“Jesus was preaching to people who were in the middle of the worst farming and fishing crisis yet.”
Amy Frykholm interviews Gary Nabhan
There is too much carbon in the atmosphere. What if one of the most compelling responses is to restore the carbon in the ground beneath our feet?
It used to always be energy policy that divided environmentalists: is nuclear power a problem or a solution? Is natural gas just as bad as petroleum, or a useful transitional better-than?
Now that food policy has gone from being the subject everyone ignores to the subject everyone has opinions on, the thing ruining friendships is GMOs.
A recent report from PLOS One finds that growth in global agricultural yield is not projected to keep up with growth in demand. Brad Plumer picked it up, and someone gave his post this blog-snappy headline: "This terrifying chart shows we're not growing enough food to feed the world."
Well, not exactly.
It’s farm bill season again. That’s right: time for our divided government to get together and reauthorize the five-year omnibus bill that affects everyone who grows, sells or eats food—or at least to go through the motions for a while before punting again like last year.
Critics of the food movement's emphasis on organic, smaller-scale and local/regional agriculture tend to point out that feeding the world requires large-scale, conventional farming. But we're already producing more food than we need. The problem is drastic inequalities of access.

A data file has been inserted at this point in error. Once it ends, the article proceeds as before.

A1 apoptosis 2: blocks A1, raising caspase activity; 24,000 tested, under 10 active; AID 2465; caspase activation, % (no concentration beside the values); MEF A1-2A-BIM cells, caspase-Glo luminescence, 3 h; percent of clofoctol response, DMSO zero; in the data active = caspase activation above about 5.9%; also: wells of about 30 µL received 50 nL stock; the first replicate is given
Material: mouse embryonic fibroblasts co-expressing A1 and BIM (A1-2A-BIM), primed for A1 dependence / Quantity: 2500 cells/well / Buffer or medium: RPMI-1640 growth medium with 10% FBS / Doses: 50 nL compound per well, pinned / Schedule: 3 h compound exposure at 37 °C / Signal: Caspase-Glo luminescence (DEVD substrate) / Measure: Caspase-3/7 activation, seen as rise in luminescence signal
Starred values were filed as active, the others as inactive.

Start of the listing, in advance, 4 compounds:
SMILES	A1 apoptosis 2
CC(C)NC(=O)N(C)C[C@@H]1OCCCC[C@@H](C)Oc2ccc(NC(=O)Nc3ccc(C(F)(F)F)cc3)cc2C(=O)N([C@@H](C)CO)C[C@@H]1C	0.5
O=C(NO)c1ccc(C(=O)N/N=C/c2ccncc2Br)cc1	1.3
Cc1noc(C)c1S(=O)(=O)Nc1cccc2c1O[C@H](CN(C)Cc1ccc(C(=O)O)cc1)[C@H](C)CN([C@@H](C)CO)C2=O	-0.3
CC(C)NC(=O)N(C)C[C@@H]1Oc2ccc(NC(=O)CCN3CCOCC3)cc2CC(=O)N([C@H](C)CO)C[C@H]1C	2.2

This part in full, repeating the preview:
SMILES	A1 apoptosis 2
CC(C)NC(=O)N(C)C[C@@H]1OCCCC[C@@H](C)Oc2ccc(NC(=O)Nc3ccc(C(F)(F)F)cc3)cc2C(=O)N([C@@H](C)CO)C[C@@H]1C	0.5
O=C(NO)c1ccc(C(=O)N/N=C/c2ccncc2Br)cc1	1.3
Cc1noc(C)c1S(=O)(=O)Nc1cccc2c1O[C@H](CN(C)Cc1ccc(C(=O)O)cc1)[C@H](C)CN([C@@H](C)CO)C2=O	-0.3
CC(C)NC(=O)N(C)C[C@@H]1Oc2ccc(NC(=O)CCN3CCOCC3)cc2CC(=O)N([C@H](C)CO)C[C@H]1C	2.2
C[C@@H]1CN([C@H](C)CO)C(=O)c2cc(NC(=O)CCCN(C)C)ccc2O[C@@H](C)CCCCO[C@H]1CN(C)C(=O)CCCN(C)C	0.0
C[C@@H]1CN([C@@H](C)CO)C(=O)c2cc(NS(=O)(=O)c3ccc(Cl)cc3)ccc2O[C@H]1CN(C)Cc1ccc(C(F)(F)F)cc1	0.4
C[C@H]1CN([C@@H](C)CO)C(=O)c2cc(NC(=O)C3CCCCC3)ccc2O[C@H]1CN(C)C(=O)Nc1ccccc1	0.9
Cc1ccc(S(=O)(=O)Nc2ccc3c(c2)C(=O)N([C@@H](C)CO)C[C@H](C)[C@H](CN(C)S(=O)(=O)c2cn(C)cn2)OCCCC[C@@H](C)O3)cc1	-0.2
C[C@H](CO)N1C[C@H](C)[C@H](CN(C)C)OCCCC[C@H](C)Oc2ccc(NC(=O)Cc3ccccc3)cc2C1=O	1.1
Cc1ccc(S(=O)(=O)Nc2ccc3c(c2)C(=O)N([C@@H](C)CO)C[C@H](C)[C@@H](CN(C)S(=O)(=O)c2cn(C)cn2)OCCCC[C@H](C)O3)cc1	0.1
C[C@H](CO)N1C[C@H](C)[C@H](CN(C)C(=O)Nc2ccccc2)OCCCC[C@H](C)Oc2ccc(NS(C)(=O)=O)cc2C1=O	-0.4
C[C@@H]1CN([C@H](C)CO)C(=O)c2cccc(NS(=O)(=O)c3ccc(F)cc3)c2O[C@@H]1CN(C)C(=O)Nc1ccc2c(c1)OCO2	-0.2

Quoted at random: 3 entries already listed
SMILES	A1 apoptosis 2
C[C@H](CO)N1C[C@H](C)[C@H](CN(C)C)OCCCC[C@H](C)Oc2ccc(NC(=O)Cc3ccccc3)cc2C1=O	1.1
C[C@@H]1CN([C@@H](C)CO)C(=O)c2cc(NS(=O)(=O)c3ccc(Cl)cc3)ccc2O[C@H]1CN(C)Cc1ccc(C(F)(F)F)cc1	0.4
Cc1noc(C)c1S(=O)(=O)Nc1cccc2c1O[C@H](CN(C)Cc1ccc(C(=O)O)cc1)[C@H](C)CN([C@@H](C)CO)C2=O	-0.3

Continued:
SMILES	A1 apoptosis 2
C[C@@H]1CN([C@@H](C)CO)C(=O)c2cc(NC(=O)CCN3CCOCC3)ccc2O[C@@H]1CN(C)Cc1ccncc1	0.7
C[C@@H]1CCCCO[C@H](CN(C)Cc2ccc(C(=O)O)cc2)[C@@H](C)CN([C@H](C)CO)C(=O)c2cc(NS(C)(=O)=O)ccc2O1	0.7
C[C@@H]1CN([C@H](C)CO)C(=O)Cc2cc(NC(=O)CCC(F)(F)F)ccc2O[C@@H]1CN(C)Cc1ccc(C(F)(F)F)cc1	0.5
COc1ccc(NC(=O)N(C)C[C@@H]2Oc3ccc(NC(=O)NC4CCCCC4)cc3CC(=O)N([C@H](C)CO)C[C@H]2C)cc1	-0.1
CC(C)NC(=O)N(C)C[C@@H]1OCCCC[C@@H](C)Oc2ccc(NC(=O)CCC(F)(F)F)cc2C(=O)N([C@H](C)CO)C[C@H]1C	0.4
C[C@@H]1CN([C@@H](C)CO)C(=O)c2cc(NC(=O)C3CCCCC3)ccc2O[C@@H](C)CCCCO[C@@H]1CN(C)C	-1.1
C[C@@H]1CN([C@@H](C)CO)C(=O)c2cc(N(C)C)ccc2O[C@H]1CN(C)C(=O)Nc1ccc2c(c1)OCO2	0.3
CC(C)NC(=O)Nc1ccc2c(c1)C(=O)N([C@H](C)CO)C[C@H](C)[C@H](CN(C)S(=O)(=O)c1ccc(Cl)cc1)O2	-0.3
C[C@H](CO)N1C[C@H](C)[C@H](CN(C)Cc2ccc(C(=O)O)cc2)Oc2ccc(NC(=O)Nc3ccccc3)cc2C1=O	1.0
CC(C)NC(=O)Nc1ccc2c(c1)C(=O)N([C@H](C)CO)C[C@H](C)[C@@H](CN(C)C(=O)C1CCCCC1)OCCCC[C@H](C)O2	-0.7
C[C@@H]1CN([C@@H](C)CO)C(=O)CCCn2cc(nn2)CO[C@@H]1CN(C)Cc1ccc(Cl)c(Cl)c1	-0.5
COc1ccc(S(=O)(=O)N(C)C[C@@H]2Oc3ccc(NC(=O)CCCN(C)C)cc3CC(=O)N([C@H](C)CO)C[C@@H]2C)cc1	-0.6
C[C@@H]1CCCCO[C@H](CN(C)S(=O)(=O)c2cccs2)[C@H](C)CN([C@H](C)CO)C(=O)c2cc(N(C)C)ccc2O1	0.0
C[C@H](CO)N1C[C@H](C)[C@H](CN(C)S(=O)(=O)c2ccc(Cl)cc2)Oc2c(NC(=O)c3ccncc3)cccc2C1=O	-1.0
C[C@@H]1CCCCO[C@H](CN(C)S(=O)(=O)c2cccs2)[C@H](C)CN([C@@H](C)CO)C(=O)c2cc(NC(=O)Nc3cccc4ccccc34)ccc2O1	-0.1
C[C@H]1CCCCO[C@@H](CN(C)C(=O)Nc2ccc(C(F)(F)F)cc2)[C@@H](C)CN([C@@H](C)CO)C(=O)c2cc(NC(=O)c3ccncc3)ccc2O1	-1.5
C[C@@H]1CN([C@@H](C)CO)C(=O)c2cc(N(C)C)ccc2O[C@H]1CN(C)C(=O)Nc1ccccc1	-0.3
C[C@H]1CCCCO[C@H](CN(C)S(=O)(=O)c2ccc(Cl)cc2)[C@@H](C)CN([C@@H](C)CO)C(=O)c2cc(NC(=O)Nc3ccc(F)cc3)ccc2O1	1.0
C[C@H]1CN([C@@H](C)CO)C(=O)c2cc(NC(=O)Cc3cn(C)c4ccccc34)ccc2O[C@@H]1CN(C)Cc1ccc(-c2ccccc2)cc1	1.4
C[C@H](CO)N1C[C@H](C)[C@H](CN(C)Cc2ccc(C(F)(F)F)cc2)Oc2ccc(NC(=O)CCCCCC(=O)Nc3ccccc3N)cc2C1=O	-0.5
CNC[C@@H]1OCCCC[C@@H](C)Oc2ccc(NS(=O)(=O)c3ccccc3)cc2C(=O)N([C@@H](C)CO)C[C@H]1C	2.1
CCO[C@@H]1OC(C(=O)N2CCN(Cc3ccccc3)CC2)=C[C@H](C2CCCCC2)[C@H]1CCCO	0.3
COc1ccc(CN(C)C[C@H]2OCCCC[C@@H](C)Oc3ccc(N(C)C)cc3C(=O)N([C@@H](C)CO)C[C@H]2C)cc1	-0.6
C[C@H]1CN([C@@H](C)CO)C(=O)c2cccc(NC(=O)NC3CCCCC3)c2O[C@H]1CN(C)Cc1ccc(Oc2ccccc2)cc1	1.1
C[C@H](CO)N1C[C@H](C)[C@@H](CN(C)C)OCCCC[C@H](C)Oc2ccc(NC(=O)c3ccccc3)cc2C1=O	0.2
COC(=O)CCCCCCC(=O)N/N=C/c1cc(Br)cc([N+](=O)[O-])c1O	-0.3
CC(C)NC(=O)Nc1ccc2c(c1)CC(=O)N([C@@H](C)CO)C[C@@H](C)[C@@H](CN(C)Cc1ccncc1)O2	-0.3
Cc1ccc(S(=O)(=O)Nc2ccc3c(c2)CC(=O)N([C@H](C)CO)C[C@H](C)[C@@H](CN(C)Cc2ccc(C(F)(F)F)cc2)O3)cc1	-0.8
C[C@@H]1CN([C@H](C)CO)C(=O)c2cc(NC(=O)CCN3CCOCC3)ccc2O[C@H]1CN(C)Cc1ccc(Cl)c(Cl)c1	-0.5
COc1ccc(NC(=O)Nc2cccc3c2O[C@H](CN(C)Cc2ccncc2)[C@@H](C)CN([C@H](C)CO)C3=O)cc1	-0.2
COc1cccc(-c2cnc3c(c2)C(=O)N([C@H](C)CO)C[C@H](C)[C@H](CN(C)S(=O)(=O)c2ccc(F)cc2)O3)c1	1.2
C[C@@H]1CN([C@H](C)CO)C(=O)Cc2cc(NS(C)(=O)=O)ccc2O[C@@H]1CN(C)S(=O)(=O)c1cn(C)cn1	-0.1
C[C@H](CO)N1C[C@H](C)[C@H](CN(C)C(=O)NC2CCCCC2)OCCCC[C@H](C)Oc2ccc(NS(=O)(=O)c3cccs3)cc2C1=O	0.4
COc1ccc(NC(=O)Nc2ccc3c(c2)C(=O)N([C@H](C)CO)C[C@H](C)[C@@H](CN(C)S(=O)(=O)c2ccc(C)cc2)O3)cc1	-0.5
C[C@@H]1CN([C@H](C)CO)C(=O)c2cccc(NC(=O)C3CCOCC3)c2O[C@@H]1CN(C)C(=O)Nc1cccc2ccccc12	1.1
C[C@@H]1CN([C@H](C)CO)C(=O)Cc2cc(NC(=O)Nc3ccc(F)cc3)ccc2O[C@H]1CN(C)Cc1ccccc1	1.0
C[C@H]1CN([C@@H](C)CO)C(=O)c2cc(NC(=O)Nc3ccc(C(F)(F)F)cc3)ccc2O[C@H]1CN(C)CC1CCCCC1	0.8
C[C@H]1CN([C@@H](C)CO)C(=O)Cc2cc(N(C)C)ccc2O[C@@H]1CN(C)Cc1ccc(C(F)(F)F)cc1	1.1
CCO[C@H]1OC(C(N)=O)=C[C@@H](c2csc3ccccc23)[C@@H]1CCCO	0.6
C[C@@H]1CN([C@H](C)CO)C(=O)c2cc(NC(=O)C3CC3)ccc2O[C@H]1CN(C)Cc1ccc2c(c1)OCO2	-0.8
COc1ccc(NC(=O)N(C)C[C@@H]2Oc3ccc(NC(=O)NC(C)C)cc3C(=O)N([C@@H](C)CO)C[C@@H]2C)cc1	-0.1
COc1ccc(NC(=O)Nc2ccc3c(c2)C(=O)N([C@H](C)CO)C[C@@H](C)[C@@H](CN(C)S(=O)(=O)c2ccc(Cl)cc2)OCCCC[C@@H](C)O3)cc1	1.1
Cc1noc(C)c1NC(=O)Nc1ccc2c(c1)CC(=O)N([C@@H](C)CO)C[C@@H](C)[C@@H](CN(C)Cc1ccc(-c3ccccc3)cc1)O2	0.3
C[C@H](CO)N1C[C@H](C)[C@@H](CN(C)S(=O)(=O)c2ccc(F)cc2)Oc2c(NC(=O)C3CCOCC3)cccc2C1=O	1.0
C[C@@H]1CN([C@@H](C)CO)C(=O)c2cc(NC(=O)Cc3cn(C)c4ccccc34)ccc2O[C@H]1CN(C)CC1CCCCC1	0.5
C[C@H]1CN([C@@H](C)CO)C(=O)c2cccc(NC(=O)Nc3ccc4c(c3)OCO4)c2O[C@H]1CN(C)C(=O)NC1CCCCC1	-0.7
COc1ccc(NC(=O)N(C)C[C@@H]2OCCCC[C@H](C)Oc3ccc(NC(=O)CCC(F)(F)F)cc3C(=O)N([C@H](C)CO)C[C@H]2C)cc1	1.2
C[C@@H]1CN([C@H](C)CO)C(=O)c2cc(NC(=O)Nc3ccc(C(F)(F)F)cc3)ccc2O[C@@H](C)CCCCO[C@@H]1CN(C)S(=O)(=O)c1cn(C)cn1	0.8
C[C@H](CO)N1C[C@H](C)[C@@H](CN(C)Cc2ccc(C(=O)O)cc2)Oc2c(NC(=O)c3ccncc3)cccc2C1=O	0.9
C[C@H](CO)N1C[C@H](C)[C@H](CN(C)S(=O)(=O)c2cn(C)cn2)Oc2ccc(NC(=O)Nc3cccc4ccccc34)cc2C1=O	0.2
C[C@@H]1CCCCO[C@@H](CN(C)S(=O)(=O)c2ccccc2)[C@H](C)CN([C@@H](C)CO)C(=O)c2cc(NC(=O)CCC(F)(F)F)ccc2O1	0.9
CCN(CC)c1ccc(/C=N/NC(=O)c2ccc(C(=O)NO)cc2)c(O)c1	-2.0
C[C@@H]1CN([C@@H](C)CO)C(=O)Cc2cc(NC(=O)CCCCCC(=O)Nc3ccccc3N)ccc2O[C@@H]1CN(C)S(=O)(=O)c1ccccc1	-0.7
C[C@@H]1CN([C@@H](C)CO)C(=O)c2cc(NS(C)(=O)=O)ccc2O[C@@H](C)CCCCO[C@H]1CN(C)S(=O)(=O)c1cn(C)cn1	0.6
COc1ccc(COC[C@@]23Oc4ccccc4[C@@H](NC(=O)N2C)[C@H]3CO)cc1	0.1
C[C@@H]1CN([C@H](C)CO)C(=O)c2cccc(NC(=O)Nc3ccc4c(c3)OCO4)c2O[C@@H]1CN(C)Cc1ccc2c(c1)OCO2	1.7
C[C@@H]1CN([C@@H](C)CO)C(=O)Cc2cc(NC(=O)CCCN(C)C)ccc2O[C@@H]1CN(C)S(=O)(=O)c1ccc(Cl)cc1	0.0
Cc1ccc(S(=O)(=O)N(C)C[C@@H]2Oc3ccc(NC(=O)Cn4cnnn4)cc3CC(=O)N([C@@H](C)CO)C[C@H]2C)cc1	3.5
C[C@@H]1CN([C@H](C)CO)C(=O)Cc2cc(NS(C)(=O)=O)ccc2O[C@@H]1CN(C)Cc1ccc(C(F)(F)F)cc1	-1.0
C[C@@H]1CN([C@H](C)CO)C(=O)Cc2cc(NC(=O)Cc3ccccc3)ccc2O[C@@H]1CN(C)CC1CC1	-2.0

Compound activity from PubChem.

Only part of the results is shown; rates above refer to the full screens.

A new report from Oxfam (pdf) highlights one particularly egregious force behind these inequalities: foreign speculators buying up farmland in poor countries.
The developed world's negligence has produced one of Africa's cruelest ironies: its farmers are its hungriest people.
by Roger Thurow
I'm as down on big organics as the next guy who makes homemade sauerkraut out of cabbage grown by his farmer wife. As Stephanie Strom details, the standards of organic certification could be much stronger, and most national organic brands are owned by the very mainstream companies they're standing in implicit objection to. Not exactly a recipe for systemwide reform.
Still, I think Tom Philpott's right: Michael Potter of the independent holdout Eden's Organics, Strom's primary focus, goes too far in slamming the certified-organic label as a "fraud."